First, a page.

• Ben Stein Ben Stein says:

      Bob,

      I do have an on/off switch at the helm but that only turns the control system for the thruster on and off. It’s not a battery disconnect and in this case, that’s the only thing that would have shut down the thruster. Because the solenoid was stuck, the control system had been defeated.

      Also, large loads like thrusters and windlasses typically don’t have breakers on the main DC panel. They may have a large, plunger-style breaker near the panel or just T-class fuses and a battery switch in the engine room (that’s what I have).

      So, my only choice was to spring to the engine room from the fly bridge. With the winds and close proximity of other boats the engine room seemed awfully far away.

      -Ben S.

  3. John Pitney says:

    Been there, done that #2 – Same boat (53′ version), same thruster, same fused solenoid, – only our incident happened while “floating” in old Lock 52 on the Ohio River in the middle of a lock-thru. Luckily we were the only boat in the lock at the time and had been told by the lock master to just “float in the middle” during the process. Was using the bow thruster to keep the bow straight in the lock when it stuck ON in the stbd position. My wife was in the cockpit and had few panicked words over the headset (“What the hell are you doing??”) as we rotated around perpendicular to the lock. As I recall, no amount of joystick movement had any effect. I finally made a mad dash to the ER and turned off the breaker. LIke you, I found enough nameplate data on the solenoid to identify the manufacturer and replaced it for much less than a BOAT unit. Not sure what PM could be done other than making sure all the cable connections are secure and clean to prevent this, but it looks like a pretty common failure. Also experienced the same boat bite on the swim platform corner in other incidents on that boat. We finally rigged a deflated ball fender (about 18″ diam) with one side pushed in to form kind of a bowl shape that offered some protection to those very fragile corners. The order was “rig the bra fenders”. Regardless, we thoroughly enjoyed the 12 years we owned our Voyager 530. It was a great – Great Loop boat!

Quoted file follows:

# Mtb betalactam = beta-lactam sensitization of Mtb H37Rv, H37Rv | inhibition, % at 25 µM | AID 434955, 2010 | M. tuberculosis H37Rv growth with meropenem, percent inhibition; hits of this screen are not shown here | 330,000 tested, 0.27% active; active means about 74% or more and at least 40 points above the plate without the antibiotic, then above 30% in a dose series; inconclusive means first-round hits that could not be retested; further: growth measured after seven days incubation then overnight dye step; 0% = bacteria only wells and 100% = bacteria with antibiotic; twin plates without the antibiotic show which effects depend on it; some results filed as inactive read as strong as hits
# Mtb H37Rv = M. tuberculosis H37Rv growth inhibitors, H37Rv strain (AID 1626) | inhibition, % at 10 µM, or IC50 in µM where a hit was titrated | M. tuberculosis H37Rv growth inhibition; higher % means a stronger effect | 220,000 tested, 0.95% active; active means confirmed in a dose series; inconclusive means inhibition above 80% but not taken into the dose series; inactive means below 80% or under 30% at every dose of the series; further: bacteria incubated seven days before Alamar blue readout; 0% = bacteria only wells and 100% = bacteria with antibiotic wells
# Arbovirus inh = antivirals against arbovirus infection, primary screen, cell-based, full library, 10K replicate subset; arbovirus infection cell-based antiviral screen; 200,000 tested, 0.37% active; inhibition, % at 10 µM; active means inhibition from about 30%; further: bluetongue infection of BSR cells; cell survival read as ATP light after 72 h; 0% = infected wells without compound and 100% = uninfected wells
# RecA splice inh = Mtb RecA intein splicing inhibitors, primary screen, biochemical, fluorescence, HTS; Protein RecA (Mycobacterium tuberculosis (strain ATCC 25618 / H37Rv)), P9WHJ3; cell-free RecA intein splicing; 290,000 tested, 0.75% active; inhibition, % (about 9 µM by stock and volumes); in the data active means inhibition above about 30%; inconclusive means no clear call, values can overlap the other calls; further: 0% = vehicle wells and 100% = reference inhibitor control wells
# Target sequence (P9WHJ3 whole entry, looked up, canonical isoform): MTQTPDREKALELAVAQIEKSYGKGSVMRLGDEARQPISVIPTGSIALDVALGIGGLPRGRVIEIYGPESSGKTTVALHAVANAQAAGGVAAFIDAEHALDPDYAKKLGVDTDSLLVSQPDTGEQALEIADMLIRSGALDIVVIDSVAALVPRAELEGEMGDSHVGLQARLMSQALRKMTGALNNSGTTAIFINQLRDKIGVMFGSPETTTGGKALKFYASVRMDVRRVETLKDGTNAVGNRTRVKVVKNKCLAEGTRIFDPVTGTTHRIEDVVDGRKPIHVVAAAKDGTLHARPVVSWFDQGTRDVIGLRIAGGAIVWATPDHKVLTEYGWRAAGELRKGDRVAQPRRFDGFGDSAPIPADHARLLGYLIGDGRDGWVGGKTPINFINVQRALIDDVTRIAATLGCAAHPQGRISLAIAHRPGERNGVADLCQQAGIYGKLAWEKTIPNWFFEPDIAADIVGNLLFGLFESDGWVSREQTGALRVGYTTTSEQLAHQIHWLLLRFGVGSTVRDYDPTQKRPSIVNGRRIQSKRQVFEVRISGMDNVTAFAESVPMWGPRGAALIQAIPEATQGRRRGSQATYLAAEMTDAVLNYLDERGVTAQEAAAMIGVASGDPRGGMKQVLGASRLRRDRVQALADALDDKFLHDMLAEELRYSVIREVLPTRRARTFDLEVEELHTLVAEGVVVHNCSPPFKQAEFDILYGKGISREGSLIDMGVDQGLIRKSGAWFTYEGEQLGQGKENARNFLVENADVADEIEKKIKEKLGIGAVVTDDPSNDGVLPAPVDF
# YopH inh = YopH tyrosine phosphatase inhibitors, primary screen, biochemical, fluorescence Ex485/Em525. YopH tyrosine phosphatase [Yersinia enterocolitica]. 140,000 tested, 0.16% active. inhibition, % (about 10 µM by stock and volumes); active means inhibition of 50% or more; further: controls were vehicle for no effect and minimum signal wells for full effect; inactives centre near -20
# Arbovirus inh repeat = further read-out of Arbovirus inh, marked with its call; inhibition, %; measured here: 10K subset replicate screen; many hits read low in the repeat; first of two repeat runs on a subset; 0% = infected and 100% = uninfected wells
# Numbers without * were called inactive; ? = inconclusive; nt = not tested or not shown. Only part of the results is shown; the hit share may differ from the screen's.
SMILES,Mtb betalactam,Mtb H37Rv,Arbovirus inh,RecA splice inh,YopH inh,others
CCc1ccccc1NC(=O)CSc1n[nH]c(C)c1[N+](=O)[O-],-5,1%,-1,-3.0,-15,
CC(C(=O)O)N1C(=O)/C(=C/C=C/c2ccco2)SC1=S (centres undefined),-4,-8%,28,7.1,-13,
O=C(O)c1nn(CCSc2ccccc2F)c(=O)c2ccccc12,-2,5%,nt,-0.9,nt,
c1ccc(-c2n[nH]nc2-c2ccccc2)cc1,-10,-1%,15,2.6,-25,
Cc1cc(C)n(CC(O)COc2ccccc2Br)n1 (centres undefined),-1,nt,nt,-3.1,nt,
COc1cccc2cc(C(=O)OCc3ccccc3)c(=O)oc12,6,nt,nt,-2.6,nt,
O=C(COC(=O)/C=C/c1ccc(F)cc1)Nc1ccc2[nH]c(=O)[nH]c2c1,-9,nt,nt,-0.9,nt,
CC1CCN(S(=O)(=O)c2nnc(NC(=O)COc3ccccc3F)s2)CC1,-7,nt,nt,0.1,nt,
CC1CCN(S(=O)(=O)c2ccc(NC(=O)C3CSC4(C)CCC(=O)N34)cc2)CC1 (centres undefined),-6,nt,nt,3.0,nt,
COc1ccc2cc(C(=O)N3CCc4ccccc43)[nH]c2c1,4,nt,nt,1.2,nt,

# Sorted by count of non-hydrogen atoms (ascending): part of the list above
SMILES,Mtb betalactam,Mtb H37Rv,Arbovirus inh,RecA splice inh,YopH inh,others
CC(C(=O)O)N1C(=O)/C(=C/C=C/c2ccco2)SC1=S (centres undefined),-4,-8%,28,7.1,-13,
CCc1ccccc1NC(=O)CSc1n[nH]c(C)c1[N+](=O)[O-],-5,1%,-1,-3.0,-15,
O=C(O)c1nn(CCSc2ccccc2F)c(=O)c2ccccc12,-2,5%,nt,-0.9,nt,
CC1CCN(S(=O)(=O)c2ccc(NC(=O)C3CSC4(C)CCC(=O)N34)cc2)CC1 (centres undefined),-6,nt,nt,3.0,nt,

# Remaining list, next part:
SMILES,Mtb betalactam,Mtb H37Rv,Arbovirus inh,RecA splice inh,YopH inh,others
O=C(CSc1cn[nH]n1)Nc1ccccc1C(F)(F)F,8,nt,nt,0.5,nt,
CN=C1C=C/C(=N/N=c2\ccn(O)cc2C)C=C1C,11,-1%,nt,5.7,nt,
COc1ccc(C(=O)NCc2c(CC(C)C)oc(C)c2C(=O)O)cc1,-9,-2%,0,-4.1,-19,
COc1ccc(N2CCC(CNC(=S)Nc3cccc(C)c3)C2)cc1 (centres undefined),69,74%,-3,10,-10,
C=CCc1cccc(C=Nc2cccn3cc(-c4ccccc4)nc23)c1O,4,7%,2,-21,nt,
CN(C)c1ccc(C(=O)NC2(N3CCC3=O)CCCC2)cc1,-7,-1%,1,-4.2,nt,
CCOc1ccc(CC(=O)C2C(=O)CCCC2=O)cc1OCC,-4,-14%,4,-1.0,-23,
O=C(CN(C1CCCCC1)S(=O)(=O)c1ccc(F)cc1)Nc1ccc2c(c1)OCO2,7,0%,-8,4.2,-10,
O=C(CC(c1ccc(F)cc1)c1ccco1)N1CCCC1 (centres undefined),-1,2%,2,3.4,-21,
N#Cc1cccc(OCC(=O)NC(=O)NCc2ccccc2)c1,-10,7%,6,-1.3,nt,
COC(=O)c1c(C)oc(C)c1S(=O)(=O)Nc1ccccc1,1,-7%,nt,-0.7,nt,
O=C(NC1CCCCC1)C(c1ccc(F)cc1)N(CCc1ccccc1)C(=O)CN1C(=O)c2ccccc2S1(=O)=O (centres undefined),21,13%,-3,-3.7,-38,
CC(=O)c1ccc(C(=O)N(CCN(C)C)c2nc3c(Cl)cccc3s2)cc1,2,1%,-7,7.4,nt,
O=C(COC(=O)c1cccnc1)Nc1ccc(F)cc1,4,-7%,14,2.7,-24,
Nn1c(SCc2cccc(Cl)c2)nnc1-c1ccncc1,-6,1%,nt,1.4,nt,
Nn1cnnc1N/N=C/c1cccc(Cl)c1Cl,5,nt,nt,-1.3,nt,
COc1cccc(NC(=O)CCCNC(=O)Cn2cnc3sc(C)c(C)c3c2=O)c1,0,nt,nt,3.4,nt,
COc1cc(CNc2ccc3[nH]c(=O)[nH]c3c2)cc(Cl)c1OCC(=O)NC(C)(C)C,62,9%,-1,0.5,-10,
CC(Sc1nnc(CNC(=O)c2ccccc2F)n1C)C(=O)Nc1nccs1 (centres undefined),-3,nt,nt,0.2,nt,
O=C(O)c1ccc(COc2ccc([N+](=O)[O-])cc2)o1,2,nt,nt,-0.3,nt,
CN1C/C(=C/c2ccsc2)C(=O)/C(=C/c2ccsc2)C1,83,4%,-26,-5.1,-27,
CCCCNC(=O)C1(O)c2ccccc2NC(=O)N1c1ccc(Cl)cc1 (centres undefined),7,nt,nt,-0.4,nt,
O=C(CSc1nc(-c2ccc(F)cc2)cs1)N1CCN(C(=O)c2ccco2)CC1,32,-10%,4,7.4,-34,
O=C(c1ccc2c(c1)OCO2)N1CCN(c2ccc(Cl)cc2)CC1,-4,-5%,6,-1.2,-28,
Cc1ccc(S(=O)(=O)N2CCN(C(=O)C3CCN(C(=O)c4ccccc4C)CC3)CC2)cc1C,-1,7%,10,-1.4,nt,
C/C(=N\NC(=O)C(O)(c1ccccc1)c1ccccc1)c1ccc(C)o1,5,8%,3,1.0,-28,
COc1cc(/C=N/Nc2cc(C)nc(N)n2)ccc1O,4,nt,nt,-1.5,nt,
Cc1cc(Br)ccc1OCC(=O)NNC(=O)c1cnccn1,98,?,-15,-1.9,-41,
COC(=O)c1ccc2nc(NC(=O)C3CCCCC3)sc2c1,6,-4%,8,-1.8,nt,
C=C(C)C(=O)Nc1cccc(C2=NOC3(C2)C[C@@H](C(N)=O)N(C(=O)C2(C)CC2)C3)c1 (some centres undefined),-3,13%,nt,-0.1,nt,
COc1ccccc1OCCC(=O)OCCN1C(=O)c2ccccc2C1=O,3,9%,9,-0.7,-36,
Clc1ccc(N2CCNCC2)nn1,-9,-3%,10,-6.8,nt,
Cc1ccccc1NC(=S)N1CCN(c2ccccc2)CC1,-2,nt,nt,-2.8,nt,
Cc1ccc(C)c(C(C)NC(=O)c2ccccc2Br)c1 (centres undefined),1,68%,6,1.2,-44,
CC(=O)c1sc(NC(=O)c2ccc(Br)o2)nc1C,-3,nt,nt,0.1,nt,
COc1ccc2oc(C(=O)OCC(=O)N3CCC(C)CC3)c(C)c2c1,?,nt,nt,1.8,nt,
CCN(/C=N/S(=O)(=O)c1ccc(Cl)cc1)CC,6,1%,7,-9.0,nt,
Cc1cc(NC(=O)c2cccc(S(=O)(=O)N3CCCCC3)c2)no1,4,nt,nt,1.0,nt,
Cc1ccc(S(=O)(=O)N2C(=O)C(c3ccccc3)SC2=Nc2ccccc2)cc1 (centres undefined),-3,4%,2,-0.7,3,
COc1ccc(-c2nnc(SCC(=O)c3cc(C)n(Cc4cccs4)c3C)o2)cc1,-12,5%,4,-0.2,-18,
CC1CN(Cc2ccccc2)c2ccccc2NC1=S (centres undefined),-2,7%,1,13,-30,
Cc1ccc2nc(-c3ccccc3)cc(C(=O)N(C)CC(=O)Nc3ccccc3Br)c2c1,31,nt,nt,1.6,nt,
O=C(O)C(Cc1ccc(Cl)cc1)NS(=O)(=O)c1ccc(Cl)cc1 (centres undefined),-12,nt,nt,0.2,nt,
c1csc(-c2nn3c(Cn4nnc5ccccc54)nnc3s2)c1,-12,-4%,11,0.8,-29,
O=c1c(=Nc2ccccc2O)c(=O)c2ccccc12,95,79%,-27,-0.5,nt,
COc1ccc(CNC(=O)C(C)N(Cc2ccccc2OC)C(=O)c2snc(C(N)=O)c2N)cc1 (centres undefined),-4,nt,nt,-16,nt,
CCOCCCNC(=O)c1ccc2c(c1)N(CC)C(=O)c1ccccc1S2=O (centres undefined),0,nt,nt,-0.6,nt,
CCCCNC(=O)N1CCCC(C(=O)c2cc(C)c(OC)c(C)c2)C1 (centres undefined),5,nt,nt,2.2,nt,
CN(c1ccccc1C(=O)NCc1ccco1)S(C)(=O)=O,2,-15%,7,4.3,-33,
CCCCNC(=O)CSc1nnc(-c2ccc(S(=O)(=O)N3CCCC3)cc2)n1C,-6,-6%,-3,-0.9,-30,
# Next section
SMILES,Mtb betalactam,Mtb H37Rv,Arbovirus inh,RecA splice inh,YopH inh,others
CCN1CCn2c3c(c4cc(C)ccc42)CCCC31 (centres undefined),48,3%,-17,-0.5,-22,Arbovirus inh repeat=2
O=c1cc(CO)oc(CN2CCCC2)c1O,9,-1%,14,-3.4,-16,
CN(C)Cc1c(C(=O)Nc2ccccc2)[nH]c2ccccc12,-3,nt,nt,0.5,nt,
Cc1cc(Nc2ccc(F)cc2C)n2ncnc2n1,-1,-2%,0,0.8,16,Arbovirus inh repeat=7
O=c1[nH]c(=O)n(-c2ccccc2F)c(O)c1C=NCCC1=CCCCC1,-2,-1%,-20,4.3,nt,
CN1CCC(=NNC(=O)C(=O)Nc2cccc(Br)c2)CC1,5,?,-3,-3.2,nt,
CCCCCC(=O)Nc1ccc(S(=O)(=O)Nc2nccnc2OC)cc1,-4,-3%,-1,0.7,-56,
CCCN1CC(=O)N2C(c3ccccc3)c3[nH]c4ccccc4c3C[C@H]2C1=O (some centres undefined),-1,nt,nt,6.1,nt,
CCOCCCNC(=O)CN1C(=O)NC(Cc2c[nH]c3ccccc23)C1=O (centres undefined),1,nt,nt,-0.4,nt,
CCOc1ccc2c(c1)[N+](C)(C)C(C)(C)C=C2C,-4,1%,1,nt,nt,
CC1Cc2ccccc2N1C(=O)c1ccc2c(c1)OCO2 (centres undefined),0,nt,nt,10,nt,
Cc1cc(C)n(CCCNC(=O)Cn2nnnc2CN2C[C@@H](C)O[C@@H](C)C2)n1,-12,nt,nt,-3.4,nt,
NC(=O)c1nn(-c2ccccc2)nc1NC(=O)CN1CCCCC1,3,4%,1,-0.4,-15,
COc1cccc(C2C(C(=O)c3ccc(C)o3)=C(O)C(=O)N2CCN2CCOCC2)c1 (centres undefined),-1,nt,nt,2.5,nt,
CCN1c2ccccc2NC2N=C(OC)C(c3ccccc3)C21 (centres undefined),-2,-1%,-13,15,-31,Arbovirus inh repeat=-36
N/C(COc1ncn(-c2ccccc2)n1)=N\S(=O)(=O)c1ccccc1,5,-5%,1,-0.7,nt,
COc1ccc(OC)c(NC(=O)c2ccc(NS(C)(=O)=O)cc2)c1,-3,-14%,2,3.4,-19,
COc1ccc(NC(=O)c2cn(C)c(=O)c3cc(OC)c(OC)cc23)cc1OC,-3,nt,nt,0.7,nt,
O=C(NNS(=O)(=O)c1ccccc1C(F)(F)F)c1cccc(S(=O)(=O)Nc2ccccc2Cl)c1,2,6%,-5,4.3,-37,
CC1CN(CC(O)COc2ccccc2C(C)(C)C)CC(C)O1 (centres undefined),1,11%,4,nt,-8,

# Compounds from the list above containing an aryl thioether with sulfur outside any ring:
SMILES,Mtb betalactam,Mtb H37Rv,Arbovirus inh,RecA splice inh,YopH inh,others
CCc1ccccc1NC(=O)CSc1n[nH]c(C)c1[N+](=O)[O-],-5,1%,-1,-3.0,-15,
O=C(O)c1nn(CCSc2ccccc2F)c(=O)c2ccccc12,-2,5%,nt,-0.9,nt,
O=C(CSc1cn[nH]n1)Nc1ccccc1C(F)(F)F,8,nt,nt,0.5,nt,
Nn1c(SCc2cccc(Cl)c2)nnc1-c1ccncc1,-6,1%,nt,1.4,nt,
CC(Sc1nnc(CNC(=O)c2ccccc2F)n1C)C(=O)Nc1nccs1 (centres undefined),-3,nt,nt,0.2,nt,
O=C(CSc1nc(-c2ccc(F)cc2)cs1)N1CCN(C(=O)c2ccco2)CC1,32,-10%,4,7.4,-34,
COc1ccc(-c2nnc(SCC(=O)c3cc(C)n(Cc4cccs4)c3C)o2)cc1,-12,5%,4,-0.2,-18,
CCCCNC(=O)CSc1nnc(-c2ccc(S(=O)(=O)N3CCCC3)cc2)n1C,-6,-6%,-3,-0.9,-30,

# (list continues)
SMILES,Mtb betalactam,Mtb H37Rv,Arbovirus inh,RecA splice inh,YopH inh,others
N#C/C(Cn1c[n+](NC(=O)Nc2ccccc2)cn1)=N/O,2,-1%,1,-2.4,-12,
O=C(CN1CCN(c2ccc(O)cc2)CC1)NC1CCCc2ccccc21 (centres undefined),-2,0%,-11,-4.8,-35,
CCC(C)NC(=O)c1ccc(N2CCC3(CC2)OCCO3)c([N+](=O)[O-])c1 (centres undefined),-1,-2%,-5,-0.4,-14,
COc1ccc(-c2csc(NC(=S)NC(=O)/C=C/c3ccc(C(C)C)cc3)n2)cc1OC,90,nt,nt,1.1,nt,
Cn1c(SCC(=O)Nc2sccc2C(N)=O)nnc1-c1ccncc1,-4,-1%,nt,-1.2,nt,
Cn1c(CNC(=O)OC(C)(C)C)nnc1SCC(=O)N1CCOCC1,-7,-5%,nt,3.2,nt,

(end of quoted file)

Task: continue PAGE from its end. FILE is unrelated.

• Ben Stein Ben Stein says:

      Very interesting to hear about the same failure on the same boat.

      There’s no question the swim platforms on these boats are pretty fragile, especially considering the platform is the widest portion of the boat and hangs out there quite vulnerable.

      -Ben S.

  4. Brad Arrington says:

    Maybe you could rig a Blue Sea Systems remote battery disconnect switch. My boat (a Back Cove 37) uses these for all the batteries and main functions: house bank, engine bank, generator, and each thruster. The actual Blue Sea battery disconnects are in the engine space, with the remote switches on the starboard bulkhead at the helm. My former Back Cove 34 had a very similar setup with the battery disconnects just inside the cabin and 1 step from the helm. Very handy!

  5. Donald Joyce says:

    We have the same contactors on our sailboat for hydraulic motor control. A contactor welded shut and unbeknownst to me kept the intermittent use high power 1000W 24 VDC motor running to the point it got very very hot and caused a minor fire. I replaced the contactor and the motor and since then, I service the contactors every season to make sure they are in good condition. I also installed additional high power breakers I can manually trip to cut power to the motors should a welding occurrence arise. The sad truth is that contactors used for DC applications are prone to welding closed.

  6. Orin Guidry says:

    Thanks for the story and comments. My boat also has breakers for the thruster motors at the helm. However in a run away situation, I might not have had the presence of mind to shut off power at the breaker.

    This story now makes me more aware of the solution if the problem occurs on my boat.

  7. Bill Kearney Bill Kearney says:

    This reminds me I should probably get better acquainted with the power circuits for our bow and stern thrusters. There’s not a shut off or breaker for either of them in an immediately accessible location.